Jim Carrey is an animal control officer whose wife (Virginia Madsen) gives him an odd crime novel for his birthday. The book is narrated by a police detective who becomes violently obsessed with the recurrence of the number 23 in all aspects of life. The book has plenty of strange similarities with Carrey’s life, and he becomes consumed with finding the author and knowing what it’s all about, not to mention descending into the 23 obsession himself.As with so many Joel Schumacher films, there is less here than meets the eye. The film is pretty, slick, and superficially interesting, but ultimately rather empty. The whole 23 thing has been kicking around in popular culture for a while, and there is something neat that could be done with it, but most of the notions of mystery or conspiracy evaporate as the film reaches its climax, and everything disintegrates into a muddle of endless expository voice-over and platitudinous moralizing. The unrated version of the film runs three minutes longer than the theatrical version (also present).
The technical aspects are where a Schumacher film tends to excel, and that is certainly the case here with the sound. The score, as is to be expected, is terrific, as are the environmental elements. There is no distortion on the dialogue. The audio is enveloping and very rich. Nicely done.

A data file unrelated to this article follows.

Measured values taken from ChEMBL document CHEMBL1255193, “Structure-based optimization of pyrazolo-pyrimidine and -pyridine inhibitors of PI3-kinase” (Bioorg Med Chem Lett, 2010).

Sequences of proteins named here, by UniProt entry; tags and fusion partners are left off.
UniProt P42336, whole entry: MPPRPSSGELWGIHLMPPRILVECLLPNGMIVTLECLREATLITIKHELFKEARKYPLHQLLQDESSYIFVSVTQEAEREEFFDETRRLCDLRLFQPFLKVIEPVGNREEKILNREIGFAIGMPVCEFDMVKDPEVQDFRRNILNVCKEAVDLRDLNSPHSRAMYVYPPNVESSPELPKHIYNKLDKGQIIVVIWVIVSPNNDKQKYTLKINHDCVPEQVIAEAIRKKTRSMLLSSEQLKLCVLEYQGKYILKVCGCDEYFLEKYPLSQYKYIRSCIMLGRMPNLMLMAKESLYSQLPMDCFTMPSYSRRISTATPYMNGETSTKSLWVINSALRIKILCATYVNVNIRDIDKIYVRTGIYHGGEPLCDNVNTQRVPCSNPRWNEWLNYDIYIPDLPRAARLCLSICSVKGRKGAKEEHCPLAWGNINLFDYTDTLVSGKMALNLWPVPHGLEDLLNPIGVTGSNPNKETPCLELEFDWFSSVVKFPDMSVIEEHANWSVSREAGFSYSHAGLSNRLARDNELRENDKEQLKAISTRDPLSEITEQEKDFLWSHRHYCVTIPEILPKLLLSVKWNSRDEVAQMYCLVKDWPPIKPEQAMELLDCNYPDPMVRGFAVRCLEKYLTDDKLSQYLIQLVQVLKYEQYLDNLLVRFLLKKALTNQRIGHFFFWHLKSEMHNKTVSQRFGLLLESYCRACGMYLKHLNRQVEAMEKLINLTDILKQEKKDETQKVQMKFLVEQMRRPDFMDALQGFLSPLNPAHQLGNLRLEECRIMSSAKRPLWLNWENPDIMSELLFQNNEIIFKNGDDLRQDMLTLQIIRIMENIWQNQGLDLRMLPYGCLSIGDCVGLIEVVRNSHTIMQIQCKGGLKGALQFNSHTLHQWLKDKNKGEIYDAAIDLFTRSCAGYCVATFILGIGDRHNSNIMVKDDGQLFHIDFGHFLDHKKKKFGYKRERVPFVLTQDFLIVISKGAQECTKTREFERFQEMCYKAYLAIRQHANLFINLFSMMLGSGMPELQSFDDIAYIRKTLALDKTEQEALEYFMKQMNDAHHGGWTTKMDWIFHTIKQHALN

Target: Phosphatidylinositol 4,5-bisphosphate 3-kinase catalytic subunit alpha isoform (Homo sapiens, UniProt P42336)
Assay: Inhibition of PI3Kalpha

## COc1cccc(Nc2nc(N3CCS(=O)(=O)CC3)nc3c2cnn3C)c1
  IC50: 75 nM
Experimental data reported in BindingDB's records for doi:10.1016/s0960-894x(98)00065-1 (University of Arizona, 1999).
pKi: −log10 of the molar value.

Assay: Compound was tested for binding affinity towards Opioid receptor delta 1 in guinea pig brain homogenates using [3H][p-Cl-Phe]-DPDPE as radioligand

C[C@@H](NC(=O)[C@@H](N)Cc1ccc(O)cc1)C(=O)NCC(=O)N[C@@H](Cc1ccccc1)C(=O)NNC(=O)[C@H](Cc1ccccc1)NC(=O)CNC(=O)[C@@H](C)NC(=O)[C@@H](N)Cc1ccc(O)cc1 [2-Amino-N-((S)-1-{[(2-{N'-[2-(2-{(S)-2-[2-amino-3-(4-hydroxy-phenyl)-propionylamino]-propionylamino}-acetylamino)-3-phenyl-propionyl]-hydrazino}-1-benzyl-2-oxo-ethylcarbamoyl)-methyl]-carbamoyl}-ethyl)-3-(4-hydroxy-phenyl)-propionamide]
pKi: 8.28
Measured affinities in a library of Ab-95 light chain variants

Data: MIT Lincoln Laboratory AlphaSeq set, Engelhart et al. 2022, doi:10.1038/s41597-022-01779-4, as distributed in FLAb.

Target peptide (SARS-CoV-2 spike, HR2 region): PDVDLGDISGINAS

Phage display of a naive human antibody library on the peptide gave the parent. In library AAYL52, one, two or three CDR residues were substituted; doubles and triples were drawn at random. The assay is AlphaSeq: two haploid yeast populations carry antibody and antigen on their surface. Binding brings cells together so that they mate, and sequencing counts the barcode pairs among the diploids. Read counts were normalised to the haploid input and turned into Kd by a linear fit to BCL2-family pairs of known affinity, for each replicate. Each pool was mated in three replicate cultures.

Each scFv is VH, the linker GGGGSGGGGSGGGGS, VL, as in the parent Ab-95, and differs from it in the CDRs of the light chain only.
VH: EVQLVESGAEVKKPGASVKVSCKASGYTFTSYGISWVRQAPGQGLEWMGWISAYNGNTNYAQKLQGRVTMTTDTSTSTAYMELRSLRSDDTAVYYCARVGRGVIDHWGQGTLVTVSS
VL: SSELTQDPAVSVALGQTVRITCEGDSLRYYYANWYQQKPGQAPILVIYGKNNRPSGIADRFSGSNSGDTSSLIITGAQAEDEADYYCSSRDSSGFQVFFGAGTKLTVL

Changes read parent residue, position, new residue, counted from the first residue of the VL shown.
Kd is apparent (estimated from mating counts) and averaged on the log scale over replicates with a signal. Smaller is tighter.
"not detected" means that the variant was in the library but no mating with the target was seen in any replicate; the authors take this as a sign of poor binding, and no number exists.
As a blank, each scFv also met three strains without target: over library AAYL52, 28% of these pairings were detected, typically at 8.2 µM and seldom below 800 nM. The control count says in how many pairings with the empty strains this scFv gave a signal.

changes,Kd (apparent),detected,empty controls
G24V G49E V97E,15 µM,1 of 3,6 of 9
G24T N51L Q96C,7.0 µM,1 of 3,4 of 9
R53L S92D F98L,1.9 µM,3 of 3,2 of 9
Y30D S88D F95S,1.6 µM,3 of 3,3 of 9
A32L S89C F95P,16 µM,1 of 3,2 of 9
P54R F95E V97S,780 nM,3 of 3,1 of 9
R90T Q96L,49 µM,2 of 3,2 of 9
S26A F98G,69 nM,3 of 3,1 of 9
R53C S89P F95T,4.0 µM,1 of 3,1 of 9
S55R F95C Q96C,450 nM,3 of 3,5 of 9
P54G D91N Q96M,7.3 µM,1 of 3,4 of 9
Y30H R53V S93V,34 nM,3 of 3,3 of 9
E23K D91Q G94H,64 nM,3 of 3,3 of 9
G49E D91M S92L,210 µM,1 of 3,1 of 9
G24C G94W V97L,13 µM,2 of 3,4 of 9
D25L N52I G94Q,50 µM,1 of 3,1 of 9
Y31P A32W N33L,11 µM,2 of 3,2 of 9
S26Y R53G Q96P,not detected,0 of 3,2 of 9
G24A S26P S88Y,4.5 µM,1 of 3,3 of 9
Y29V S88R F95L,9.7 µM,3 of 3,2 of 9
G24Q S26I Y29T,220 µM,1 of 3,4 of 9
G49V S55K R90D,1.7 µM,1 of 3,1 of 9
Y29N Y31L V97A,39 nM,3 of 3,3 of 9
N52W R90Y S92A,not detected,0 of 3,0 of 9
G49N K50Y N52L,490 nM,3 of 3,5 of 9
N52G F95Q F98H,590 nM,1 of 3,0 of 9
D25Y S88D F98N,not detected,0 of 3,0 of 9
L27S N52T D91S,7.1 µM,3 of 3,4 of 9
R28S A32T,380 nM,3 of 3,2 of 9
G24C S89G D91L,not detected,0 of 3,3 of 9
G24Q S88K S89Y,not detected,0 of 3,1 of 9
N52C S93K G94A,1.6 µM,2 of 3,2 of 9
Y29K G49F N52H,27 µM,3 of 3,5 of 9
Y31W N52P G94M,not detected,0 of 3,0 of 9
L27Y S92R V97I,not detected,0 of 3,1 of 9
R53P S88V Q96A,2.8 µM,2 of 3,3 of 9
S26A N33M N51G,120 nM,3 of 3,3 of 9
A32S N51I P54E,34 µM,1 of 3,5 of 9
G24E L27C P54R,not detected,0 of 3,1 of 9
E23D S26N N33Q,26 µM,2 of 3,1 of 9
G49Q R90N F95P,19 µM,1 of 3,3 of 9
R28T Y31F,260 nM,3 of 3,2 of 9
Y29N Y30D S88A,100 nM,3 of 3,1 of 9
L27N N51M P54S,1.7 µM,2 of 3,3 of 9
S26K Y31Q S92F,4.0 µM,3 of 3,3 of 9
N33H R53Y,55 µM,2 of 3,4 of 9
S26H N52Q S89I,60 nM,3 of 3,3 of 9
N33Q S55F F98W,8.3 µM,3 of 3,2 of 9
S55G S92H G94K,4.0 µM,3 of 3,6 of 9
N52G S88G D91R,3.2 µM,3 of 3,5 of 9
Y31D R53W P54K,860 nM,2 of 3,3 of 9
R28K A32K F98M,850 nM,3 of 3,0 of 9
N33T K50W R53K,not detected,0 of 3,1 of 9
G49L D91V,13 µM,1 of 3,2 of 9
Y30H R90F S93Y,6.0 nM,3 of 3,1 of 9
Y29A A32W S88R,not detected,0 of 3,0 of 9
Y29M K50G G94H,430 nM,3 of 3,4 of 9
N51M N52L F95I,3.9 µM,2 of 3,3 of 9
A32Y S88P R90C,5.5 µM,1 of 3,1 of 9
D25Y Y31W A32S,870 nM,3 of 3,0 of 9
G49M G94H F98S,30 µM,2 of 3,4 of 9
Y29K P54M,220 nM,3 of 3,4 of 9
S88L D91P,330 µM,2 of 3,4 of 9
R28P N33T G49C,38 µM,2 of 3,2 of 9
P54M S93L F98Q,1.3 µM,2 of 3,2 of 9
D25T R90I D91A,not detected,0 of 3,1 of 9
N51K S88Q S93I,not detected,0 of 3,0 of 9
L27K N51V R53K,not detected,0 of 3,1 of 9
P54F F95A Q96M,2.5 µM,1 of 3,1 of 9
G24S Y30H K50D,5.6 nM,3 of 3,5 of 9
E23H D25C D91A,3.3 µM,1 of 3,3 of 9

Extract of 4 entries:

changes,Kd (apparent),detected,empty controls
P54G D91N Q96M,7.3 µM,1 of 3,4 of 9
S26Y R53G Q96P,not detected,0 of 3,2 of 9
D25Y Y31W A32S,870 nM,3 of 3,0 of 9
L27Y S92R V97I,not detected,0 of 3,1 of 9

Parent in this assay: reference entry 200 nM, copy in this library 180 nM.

When the picture is good, it’s very good, with sharp images, no grain, and striking colours. Unfortunately, when the film is dark (which is often), it is also murky. The experience then ranges from simply a rather muddy-looking scene to eye-straining obscurity, where it is almost impossible to make out what is going on.
Schumacher’s commentary track is quite informative, particularly when it comes to the specific details of a scene. There are 15 deleted scenes and an alternate ending (which is no better or worse than the one actually used). There’s the usual generalist making-of featurette, and shorther, more specific one (on the creation of the world of Detective Fingerling). All of these aspects can be accessed also using the Infinifilm function while watching the movie (does anybody actually do this?), along with a trivia fact track. Also present is “The Number 23 Enigma,” a featurette that has some interesting musings from mathematicians, and a completely nutty numerology feature whose passionate host, instructing us on the astrology-style implications of numbers, torpedoes any credibility the disc might have had. As ever, there are also trailers.
A glossy but hollow effort, less interesting or intelligent than it thinks it is.